One of my favorite radio programs is Freakonomics, and my very favorite grocery store is Trader Joe’s. What do these two things have to do with one another? Well, the other day, while preparing dinner, I was scanning the Freakonomics website to find an interesting episode I might have missed hearing on NPR.
Lo and behold, there at the top of the page was one titled, Should America Be Run by … Trader Joe’s? (Ep. 359 Rebroadcast). Considering my loyalty to Trader Joe’s and my keen interest in politics, I could not resist listening to the podcast. Given my longstanding patronage, I already knew quite a bit about the company from the standpoint of a customer, but was oblivious to the many other features that make Trader Joe’s so unique.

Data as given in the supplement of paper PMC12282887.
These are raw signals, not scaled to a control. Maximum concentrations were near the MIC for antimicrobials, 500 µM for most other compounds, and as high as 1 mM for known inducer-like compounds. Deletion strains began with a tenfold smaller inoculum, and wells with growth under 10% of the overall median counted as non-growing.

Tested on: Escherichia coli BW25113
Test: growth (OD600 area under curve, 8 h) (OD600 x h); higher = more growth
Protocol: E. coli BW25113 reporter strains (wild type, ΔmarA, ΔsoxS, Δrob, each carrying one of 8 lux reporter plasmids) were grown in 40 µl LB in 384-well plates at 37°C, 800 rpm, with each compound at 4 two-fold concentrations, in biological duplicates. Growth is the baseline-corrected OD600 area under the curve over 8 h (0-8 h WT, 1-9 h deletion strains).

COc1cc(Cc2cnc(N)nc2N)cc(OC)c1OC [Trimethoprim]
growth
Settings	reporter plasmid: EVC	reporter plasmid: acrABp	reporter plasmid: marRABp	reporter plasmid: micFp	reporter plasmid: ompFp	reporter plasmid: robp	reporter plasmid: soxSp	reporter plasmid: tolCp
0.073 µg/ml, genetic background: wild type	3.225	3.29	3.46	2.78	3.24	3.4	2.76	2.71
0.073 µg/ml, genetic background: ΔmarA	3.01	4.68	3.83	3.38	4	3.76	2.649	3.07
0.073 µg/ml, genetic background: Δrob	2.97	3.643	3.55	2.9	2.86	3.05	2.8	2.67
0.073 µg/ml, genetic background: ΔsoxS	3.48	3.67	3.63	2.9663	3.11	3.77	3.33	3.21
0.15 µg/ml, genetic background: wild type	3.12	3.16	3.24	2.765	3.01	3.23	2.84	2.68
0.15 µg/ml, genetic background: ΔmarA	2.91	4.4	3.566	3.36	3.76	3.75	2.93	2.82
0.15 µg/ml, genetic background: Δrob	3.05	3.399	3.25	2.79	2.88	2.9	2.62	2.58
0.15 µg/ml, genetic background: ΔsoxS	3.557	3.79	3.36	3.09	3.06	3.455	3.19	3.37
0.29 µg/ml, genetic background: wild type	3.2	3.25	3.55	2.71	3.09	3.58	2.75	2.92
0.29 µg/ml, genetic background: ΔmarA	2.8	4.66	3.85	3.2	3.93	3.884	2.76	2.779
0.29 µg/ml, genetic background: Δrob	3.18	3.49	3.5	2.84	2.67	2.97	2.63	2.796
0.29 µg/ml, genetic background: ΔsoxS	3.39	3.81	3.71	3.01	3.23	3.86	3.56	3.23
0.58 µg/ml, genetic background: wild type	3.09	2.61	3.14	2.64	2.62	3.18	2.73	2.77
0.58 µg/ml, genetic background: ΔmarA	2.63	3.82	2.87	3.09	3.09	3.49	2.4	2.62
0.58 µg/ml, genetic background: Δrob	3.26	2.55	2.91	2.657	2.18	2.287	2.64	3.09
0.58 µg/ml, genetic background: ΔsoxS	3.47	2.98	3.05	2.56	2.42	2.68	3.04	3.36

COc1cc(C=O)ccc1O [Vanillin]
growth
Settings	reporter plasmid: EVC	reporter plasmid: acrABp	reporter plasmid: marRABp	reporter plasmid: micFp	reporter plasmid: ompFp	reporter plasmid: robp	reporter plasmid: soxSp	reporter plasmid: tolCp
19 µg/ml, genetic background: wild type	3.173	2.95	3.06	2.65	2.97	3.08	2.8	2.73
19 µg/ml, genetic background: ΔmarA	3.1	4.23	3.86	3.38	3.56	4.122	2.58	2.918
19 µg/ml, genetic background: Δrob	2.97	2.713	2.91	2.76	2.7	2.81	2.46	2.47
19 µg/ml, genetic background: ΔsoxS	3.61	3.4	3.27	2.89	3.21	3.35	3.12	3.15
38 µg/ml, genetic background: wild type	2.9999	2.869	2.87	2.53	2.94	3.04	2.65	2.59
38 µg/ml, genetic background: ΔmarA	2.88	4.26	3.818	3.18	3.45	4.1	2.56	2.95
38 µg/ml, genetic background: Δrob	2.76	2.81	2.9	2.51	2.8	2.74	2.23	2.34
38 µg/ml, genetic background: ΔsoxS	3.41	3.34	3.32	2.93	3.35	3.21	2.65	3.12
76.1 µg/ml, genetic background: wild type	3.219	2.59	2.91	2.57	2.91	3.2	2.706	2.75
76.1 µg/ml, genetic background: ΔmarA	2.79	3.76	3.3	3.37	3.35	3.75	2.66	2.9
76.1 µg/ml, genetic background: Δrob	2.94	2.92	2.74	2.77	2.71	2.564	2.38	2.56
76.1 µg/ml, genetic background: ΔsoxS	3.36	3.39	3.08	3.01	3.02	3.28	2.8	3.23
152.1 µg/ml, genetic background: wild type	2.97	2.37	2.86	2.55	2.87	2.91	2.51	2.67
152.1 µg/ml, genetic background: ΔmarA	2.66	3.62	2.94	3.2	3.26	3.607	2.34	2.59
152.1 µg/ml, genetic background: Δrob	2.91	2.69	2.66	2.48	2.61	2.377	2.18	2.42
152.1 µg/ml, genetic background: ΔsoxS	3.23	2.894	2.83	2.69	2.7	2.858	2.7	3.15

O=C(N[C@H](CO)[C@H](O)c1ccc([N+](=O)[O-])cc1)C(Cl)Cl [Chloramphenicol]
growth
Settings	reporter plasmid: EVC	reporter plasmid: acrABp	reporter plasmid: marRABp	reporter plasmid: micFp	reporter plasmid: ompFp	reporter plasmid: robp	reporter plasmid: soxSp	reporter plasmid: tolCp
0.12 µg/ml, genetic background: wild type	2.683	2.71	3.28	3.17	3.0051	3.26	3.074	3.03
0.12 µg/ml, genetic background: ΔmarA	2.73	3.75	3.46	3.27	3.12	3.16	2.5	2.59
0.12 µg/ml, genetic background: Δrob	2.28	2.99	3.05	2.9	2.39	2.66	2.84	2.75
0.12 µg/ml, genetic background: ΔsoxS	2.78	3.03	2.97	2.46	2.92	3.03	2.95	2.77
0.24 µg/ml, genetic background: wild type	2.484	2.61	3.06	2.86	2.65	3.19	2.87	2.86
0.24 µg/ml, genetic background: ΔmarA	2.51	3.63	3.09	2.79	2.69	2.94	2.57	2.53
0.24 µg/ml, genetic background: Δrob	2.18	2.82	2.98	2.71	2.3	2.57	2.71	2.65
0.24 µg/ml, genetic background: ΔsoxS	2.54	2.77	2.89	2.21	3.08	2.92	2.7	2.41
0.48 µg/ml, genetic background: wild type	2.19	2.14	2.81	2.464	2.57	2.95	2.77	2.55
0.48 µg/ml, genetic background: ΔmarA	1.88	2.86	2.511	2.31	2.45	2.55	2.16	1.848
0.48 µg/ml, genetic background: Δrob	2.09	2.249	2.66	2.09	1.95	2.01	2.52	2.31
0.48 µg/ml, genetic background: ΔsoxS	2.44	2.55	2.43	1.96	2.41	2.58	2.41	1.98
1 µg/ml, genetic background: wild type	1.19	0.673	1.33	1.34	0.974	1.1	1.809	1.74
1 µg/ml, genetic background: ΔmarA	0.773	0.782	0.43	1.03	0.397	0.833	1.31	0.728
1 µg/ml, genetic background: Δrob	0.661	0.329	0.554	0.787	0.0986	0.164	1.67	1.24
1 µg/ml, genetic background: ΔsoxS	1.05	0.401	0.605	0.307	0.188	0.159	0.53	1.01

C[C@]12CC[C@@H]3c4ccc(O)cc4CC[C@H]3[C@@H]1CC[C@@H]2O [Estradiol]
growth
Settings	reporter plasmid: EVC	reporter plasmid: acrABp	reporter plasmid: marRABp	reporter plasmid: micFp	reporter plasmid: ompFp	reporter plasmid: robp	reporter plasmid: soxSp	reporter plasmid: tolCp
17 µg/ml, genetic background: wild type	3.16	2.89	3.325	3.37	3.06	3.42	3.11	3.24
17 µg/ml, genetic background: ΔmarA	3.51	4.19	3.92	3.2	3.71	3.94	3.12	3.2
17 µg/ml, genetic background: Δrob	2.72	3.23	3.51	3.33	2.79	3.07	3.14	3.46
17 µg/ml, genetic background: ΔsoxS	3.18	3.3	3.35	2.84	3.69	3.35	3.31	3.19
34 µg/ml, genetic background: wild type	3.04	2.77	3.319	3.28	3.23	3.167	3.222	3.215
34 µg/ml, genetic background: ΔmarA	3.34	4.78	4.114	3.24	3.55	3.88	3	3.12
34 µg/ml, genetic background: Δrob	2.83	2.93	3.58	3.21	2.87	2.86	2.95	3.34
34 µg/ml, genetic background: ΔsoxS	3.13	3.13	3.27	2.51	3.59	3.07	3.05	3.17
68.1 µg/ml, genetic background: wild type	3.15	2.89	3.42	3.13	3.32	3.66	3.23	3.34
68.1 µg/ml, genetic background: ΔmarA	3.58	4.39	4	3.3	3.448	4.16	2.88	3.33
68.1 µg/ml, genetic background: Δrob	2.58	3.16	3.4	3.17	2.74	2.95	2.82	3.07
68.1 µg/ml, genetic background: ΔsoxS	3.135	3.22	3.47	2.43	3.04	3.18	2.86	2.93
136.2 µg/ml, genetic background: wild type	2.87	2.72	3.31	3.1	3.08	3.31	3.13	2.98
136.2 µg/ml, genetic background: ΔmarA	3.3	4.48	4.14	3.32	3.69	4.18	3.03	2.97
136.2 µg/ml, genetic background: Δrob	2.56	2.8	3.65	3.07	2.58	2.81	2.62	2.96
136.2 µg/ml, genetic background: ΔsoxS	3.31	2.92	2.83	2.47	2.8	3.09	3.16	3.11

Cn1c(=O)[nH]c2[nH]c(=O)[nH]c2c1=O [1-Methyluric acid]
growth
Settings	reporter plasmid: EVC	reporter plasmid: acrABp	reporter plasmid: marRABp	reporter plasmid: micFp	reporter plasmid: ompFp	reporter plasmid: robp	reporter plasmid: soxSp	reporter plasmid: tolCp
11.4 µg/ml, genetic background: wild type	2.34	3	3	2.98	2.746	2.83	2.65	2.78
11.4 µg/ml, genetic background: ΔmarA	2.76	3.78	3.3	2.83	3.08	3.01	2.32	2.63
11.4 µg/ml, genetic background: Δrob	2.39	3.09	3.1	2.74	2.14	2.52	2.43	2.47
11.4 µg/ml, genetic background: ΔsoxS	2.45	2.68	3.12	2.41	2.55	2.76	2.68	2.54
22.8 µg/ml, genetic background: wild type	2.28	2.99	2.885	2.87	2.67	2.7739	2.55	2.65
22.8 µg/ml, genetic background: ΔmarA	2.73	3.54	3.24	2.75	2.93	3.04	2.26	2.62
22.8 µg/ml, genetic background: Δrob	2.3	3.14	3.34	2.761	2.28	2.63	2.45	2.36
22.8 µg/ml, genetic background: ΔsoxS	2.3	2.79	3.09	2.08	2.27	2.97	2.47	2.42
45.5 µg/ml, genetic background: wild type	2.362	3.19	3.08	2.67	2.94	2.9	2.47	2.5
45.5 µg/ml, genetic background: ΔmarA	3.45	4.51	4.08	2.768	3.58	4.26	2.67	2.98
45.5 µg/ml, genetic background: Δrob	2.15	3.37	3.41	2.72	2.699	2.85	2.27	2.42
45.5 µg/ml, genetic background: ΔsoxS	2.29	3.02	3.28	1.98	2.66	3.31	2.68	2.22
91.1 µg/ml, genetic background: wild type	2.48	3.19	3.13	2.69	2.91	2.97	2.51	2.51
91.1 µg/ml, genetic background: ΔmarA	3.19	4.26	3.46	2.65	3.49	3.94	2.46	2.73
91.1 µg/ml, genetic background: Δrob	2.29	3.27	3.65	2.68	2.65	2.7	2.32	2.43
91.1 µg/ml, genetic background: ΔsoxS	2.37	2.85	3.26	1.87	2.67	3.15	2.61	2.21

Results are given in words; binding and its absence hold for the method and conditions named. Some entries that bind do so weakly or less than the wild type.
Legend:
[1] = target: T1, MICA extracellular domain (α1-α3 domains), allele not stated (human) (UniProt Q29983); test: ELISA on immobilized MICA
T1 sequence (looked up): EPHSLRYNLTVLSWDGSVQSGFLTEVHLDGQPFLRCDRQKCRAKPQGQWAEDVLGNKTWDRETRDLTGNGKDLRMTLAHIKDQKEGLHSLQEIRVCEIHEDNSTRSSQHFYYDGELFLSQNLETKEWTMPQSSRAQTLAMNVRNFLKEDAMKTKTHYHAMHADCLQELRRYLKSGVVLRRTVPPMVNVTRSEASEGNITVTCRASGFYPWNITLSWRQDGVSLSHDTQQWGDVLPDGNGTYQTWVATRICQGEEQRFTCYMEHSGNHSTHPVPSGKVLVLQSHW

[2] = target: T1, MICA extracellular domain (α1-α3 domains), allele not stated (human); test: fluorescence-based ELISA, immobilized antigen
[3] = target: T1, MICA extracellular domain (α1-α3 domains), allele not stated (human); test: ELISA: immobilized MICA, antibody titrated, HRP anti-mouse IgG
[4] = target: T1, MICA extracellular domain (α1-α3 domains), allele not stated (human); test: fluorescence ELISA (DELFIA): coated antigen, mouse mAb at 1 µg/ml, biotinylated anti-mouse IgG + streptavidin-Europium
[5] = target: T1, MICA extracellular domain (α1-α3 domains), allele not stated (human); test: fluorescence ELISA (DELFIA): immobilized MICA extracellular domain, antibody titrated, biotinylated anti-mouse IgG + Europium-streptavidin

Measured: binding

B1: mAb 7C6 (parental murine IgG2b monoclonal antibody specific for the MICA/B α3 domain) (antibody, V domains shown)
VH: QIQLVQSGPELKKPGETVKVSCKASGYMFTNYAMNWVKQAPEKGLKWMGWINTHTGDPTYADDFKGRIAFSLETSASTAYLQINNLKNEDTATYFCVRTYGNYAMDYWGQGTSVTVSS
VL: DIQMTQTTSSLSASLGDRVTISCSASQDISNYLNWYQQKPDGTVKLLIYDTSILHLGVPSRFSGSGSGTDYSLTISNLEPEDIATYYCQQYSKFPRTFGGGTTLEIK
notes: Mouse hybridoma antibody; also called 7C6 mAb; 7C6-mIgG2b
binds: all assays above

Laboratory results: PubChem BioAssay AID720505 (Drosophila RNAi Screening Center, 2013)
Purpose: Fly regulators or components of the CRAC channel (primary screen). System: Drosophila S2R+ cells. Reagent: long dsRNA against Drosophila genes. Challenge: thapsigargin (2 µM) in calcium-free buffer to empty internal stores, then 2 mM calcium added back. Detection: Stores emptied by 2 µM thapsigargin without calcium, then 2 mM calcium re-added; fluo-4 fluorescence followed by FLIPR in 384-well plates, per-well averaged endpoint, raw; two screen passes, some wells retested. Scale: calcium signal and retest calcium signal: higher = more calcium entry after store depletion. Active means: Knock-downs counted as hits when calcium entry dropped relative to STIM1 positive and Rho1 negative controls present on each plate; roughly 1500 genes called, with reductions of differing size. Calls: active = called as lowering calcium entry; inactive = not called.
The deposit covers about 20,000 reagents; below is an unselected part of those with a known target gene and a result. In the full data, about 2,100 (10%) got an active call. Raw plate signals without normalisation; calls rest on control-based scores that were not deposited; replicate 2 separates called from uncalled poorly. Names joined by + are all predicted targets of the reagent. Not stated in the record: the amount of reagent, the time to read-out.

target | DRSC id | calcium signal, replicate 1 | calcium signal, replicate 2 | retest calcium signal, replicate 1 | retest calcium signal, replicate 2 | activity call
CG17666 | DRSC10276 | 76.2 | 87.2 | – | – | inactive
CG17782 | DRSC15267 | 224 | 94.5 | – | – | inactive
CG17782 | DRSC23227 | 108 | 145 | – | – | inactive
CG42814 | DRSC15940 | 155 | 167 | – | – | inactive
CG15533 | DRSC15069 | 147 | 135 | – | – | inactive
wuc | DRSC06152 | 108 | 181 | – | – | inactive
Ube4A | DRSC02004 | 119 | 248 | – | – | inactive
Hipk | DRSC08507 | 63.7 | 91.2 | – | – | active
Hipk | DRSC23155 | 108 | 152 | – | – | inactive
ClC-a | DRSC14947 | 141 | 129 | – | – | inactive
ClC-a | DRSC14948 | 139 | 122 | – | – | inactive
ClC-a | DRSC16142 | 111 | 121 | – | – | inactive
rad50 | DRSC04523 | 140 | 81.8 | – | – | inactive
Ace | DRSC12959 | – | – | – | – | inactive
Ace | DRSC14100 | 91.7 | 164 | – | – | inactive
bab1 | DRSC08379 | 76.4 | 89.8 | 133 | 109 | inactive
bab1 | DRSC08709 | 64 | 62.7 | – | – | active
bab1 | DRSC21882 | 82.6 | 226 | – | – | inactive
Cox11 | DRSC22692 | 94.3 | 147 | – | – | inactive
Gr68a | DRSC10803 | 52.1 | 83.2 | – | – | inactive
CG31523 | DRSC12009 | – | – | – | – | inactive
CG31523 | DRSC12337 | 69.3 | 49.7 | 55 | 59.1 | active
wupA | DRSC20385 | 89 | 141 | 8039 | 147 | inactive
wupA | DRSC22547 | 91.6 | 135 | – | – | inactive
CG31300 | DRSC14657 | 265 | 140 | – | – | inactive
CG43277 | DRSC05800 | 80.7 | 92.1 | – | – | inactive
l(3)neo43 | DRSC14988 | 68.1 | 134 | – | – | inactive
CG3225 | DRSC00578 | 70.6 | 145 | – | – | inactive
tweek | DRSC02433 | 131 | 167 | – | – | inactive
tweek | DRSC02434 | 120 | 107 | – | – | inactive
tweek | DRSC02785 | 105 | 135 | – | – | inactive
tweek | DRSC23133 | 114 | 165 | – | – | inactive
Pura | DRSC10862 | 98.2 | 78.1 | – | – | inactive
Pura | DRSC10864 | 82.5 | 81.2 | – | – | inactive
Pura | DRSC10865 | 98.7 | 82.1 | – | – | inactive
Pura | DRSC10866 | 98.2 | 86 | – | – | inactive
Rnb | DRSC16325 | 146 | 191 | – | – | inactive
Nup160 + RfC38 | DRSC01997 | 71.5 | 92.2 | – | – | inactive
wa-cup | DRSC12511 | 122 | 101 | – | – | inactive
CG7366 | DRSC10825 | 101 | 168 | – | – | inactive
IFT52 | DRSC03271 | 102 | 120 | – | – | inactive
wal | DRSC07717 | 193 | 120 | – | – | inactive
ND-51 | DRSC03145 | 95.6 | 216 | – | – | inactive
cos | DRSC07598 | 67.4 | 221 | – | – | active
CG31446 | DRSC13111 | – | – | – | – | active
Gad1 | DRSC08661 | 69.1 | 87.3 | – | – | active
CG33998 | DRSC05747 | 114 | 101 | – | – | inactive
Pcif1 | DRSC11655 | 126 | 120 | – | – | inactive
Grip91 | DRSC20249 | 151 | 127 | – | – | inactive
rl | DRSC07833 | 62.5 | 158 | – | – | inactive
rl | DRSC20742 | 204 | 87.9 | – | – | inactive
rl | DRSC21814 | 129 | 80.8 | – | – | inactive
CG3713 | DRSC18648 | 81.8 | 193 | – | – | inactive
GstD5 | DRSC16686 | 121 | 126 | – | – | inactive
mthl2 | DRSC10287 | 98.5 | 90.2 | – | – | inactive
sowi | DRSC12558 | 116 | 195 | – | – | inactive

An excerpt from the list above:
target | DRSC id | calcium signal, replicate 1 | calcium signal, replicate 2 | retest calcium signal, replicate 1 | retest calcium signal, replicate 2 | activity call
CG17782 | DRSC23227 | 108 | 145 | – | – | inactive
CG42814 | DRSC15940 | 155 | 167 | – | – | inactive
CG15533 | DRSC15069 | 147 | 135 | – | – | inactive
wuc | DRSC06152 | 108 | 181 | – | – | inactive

If you’ve ever shopped at one of its stores you will know that TJ’s, as it is affectionately called, is not like other grocery chains. It does things differently. But beyond that, TJ’s business practices are also different, and in many cases contrary to conventional business “wisdom.” I could enumerate these to save you time, but that would spoil your enjoyment of listening to the program and pondering the possibilities as the program reveals them. But I’ll give you a hint: What do large corporation set as their top priority? Compare and contrast…
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